This is a BIG subject, which I will be addressing over a couple of weeks, with the direct support of Lena Winfrey Seder and perhaps you. Yes, I’m asking for your opinions and insights, you can leave a comment here (if you request I will not publish your comment or your name).
The subject I want to address is religion in general, and the similarities in teachings and structures, as well as the differences.
I do not believe that we all worship the same God. By that, I mean that our reasons for seeking God may be the same, but what we choose to believe defines God can be exceptionally different. What we believe God wants from us, and how we should praise God, are often diametrically opposed to other people who profess a belief in God. Almost everyone agrees that “God is Love”, but love means different things to different people, and is expressed in different ways.
I will start by saying that I was raised Christian, subset Baptist, subset Southern Baptist. I had the great fortune to have a minister who was an intellectual scholar of the Bible, and who inspired the members of his church to thoroughly understand scripture. Not by telling us his interpretation, but by laying out several interpretations, comparing them and expressing his own views and biases, and encouraging us to interpret for ourselves. Thank you Dr. Colton. As a result of Dr. Colton’s teachings, I investigated several other religions in my youth, various branches of Christianity, Eastern religions, and pagan practices. In the end I found that I eschew organized religion, which typically follows a charismatic local individual. I follow the teachings of Christ in an “organic” manner, and to provide a label for those that wish to categorize me, I refer to myself as a Zen Baptist.
This chart reflects the relative sizes of world religions. I was rather surprised by many factors, I suspect that Communism in China has skewed the numbers for Taoism and “Chinese cultural religions”, but these numbers are representative of several sources.
You can see that “Christian” is the largest group, and within that group are some exceptionally diverse denominations.
There are many people, including myself, who don’t consider Catholics to be “Christians”. “What?” you ask, “How could the Catholic Church, founded by Christ and led by the apostle Peter not be Christian?”. There are several reasons, I will point out just a few here. Christ said in Peter’s presence, “Call no man Father“, then the Catholic church decided to call it’s priests “father”. Christ taught that the individual’s relationship with God is one on one, yet the Catholic church requires confession to a priest, who has the power to absolve your sins. Christ denied any importance to his mother, yet the Catholic church reveres her as a saint. This does not sound like the doctrine of Christ.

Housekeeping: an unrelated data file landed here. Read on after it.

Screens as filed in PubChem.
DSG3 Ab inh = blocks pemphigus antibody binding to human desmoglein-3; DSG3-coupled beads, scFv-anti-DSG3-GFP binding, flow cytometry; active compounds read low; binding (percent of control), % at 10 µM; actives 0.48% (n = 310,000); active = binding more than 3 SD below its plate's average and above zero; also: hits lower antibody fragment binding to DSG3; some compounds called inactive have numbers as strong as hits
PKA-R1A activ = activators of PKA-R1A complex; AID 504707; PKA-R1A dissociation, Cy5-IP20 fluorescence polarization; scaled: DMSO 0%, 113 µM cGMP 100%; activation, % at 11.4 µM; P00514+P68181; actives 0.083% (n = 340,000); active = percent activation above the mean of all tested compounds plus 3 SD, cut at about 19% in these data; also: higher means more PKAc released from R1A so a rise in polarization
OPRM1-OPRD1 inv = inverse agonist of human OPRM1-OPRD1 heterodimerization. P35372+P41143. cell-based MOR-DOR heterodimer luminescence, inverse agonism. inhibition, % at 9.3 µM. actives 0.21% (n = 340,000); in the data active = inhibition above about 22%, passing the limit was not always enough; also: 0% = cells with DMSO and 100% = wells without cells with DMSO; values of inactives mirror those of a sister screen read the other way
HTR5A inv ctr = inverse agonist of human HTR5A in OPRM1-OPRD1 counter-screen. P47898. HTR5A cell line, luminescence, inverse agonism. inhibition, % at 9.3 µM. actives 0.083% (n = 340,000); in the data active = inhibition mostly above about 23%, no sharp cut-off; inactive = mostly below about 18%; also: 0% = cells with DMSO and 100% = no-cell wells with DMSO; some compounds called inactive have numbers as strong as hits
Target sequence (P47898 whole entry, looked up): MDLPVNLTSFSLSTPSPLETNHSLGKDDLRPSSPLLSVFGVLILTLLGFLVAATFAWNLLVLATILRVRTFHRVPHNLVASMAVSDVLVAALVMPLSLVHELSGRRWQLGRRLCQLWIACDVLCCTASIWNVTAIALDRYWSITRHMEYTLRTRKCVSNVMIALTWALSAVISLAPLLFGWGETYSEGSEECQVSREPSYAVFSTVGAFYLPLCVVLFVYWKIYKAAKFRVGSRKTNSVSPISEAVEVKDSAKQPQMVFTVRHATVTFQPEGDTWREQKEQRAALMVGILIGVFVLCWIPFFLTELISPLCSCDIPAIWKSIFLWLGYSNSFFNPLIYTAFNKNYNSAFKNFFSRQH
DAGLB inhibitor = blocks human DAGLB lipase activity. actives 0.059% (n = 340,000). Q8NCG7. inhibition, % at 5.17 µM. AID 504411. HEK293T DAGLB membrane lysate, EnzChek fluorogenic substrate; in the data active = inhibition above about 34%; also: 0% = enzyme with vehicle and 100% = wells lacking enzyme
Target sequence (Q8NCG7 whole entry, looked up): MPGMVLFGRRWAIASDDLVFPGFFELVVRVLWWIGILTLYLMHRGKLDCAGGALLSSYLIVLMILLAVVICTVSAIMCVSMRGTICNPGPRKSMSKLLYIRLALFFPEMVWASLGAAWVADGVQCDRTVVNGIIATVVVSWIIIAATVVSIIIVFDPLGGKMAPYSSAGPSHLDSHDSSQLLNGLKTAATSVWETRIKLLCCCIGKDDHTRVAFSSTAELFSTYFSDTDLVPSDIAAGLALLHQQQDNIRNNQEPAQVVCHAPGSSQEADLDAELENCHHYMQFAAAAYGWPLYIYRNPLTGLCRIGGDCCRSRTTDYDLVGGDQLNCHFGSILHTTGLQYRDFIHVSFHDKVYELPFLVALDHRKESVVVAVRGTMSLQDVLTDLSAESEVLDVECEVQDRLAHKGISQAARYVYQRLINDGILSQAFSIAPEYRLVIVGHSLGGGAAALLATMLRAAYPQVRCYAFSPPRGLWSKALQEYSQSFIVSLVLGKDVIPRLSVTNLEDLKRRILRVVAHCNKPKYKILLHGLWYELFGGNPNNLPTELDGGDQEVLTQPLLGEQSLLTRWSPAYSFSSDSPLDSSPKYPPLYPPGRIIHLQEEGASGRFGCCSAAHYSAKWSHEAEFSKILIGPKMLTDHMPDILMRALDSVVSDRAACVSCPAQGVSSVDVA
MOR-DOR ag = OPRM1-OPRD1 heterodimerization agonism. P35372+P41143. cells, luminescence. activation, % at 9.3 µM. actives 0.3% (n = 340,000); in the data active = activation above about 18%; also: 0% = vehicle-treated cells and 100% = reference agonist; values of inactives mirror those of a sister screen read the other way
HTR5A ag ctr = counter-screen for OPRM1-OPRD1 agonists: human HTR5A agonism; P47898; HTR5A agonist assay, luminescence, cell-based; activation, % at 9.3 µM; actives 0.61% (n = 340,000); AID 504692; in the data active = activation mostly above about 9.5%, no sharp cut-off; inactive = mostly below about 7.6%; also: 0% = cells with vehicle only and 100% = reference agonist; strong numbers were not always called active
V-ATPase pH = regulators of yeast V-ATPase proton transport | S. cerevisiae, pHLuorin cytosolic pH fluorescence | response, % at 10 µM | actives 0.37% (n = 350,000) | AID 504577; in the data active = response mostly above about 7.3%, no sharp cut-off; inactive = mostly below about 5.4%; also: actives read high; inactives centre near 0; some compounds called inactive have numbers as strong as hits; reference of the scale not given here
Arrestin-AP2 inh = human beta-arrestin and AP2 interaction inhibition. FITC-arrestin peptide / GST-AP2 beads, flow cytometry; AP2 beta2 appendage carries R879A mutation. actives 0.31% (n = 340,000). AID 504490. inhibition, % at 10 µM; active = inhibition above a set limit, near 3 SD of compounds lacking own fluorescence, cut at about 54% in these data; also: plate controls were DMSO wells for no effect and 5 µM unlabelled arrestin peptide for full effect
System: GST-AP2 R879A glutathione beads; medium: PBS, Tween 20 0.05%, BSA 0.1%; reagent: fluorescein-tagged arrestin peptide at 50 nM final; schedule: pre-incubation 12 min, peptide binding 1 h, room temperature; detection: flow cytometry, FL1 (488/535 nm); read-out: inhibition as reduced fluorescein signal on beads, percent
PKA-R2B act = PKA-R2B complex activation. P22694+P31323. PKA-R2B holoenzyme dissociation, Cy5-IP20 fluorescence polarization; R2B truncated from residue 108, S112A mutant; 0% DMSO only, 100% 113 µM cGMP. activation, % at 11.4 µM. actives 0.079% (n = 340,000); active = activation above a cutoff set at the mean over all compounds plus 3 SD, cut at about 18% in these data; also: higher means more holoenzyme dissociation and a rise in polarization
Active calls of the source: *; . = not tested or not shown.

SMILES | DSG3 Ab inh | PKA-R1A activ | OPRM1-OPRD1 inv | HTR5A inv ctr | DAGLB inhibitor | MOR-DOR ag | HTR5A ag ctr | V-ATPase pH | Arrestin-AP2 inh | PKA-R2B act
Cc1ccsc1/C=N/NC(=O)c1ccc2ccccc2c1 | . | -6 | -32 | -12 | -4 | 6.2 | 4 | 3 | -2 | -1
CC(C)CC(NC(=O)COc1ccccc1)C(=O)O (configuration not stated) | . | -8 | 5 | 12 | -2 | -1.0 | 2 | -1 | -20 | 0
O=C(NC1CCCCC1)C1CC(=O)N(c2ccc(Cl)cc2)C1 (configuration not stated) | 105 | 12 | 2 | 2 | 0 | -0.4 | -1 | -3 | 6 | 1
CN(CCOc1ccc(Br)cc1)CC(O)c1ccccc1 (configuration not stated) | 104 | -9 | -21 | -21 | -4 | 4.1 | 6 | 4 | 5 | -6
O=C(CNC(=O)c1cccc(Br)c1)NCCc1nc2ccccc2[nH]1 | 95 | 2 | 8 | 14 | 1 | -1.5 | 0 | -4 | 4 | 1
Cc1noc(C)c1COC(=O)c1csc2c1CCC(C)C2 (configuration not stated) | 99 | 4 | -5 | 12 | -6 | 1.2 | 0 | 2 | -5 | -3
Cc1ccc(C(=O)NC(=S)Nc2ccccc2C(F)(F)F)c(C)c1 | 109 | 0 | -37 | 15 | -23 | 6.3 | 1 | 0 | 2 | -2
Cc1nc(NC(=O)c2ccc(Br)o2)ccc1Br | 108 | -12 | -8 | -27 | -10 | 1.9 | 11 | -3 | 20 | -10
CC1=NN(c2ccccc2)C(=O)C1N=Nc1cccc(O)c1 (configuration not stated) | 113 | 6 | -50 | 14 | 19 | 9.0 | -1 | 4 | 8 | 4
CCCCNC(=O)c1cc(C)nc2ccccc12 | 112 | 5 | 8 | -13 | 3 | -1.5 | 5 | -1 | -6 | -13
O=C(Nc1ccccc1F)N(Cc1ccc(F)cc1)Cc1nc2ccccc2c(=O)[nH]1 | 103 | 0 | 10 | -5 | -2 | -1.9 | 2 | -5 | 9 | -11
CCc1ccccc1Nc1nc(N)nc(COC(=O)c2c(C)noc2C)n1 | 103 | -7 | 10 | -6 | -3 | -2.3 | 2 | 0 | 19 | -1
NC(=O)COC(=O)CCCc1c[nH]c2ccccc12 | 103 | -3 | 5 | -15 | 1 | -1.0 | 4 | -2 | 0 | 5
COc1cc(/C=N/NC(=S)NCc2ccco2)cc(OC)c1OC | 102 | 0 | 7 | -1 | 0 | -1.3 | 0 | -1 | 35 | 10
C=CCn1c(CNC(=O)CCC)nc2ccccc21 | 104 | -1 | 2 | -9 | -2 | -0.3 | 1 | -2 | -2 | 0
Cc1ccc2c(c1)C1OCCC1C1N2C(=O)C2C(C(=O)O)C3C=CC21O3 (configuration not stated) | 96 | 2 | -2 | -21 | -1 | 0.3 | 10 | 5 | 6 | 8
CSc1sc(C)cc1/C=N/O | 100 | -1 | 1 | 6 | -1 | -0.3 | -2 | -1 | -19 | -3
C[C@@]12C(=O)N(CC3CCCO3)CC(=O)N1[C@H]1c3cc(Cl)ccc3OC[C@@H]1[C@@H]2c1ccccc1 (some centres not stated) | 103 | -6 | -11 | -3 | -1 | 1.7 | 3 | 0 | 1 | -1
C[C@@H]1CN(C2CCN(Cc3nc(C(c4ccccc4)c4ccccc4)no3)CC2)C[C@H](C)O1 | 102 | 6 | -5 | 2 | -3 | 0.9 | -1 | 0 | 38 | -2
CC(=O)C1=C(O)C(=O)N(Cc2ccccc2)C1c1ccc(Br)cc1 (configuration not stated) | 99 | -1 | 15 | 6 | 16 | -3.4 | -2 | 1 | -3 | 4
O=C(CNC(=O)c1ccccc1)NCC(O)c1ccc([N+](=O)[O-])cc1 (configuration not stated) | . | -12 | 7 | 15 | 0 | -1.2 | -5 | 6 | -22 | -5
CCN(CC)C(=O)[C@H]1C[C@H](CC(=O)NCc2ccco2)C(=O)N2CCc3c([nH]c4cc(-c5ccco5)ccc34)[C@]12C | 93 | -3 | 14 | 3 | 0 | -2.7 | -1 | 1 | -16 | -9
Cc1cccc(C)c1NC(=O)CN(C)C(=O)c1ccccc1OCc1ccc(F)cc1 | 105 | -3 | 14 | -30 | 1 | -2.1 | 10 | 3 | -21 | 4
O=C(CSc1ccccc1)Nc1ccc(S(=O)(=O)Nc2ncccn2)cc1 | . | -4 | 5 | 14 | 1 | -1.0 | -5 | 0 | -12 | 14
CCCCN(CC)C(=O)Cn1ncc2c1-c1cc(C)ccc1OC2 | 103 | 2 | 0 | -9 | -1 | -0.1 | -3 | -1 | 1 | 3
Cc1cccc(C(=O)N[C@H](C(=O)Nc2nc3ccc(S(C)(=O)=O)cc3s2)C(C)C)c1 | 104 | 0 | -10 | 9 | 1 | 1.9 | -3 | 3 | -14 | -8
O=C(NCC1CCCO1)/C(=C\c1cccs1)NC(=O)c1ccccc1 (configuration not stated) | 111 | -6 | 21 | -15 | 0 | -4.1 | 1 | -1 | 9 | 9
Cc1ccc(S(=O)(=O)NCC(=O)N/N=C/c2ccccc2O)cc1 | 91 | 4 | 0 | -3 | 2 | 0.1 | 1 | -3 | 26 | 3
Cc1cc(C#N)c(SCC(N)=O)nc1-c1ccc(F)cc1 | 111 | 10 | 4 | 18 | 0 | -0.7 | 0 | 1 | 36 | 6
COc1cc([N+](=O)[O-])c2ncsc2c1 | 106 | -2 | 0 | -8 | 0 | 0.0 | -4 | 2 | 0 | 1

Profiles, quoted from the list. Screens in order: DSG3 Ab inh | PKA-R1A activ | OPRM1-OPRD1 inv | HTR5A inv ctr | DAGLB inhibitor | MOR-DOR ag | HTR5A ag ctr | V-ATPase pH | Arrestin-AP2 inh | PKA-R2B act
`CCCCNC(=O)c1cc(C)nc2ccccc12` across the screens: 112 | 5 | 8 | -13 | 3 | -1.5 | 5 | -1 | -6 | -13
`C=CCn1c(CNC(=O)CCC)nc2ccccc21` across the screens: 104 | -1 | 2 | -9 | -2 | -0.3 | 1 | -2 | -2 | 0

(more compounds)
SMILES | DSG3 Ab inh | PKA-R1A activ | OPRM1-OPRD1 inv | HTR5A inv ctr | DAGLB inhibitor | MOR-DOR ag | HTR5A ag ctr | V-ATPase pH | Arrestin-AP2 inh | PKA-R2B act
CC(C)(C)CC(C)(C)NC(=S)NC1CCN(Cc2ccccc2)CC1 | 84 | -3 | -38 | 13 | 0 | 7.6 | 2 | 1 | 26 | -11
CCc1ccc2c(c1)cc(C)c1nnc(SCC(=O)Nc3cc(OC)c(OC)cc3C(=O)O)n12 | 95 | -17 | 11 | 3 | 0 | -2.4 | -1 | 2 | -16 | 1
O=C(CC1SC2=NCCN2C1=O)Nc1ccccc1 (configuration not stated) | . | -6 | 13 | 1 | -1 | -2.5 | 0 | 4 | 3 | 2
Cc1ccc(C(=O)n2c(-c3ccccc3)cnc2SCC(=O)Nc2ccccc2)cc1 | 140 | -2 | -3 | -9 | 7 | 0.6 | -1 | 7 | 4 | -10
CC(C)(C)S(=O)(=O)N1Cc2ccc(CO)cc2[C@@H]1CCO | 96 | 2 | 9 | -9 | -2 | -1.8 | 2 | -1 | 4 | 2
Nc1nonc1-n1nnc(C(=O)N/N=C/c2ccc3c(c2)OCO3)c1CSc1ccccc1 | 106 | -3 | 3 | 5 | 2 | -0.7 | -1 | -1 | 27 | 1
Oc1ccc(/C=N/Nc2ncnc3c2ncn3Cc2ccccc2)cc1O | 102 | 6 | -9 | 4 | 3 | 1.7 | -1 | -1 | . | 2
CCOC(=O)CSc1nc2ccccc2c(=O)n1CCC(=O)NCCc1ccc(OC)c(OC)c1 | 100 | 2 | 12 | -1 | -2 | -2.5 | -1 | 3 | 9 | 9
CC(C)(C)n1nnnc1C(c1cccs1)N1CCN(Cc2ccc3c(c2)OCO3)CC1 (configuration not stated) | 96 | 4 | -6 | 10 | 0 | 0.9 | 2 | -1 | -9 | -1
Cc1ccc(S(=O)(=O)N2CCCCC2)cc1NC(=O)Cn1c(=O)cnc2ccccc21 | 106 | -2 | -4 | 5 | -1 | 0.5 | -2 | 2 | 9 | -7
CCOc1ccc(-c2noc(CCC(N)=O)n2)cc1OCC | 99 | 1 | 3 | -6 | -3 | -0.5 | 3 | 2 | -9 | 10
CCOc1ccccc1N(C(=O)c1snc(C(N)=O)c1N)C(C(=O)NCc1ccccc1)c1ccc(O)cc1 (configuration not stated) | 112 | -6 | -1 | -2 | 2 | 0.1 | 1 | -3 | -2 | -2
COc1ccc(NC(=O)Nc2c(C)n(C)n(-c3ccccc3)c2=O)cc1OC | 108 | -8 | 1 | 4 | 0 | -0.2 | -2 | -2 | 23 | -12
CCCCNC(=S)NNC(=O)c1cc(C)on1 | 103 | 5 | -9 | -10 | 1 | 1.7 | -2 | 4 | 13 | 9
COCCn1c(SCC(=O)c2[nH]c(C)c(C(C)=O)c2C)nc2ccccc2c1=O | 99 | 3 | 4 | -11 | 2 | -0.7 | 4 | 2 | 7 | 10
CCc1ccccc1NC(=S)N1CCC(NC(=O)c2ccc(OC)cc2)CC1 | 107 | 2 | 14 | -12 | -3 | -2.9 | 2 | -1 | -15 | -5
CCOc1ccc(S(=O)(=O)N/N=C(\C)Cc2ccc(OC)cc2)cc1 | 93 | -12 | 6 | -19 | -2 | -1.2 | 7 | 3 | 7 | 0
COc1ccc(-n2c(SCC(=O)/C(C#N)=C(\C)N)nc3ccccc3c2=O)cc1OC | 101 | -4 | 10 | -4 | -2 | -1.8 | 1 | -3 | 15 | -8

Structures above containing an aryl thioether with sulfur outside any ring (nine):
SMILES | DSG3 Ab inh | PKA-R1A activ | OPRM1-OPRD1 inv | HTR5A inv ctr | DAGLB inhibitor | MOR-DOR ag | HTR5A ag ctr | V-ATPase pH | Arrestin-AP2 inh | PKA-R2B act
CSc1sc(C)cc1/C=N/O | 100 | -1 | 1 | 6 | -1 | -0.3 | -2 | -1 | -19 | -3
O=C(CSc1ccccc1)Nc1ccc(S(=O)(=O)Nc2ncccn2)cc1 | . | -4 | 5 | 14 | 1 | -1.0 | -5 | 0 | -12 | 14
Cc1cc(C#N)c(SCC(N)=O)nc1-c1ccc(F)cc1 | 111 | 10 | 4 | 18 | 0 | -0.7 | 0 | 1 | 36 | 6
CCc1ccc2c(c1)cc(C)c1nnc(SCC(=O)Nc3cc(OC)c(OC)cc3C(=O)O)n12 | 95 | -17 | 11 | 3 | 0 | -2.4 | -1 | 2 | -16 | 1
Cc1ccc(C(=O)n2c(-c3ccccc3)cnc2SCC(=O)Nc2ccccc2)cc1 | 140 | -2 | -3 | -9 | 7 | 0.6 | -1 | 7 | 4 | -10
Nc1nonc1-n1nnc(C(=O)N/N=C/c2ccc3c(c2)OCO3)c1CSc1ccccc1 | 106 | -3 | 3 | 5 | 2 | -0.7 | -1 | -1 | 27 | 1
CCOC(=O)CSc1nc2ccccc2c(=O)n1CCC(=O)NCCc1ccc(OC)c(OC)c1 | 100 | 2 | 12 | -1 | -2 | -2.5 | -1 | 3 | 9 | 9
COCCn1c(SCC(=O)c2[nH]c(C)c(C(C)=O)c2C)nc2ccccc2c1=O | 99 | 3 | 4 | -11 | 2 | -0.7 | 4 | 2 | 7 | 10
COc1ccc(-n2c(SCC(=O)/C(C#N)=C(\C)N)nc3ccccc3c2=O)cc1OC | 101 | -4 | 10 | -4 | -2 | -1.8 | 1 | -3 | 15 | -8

This of course is my opinion, and will no doubt piss off many of my friends and relatives. My point is this, just because something is called “Christian”, doesn’t mean that it fits some universal definition of “Christian”. The members of the Westboro Baptist Church consider themselves Christians, but I’m pretty sure a website titled “GodHatesFags” is an indicator that they know little about Christ. Mormons have written their own version (not translation but different ideas) of the Bible, as have the Jehovah’s Witnesses.
Following this line of discussion, just because an individual describes themselves as belonging to a certain denomination does not mean they fit the definition of a member of that church. This goes beyond little things. I met a girl at a dance, and we dated for several weeks before I met her father. He was the minister of a church that saw dancing as a sin. She had not told me this, so when he asked how we met…well that was the end of our relationship. Not to pick on Catholics, but they tend to stand out as the religion least likely to be adhered to. They have very strong doctrine about birth control, and many if not most Catholics ignore it while considering themselves “good Catholics”. I’ve known people who have totally removed themselves from the church and still consider themselves to be Catholic.
I am using Christianity in this article as an example, because at the root of all of this, Christians are just humans with a particular set of beliefs. There is nothing genetically or psychologically different from any other sample of humanity as a group. So when I hear people say “Christians are this” or “Religion is responsible for that” I feel the need to correct them. People do things, there are good people and bad people, and those people may belong to a religion, or they may not. Since thirty three percent of the world is Christian, it would seem natural to expect Christians to be responsible for about a third of the bad things out there. No religion is a monolith.
Religion in general, and any religion specifically, is not responsible for the actions of people who wave the flag of a religion. It has been my experience that those who justify their actions with religion are likely to have little to no understanding of the religion they’re talking about.
With Lena’s assistance I intend to look at the second largest religion, Islam, next week, and I would greatly appreciate the input of anyone who understands their own religion and can contrast the public impression of their religion for future articles.
Understanding our similarities helps us appreciate each other, understanding our differences helps us appreciate ourselves.
Chapter two of this series, “Islam” can be seen here.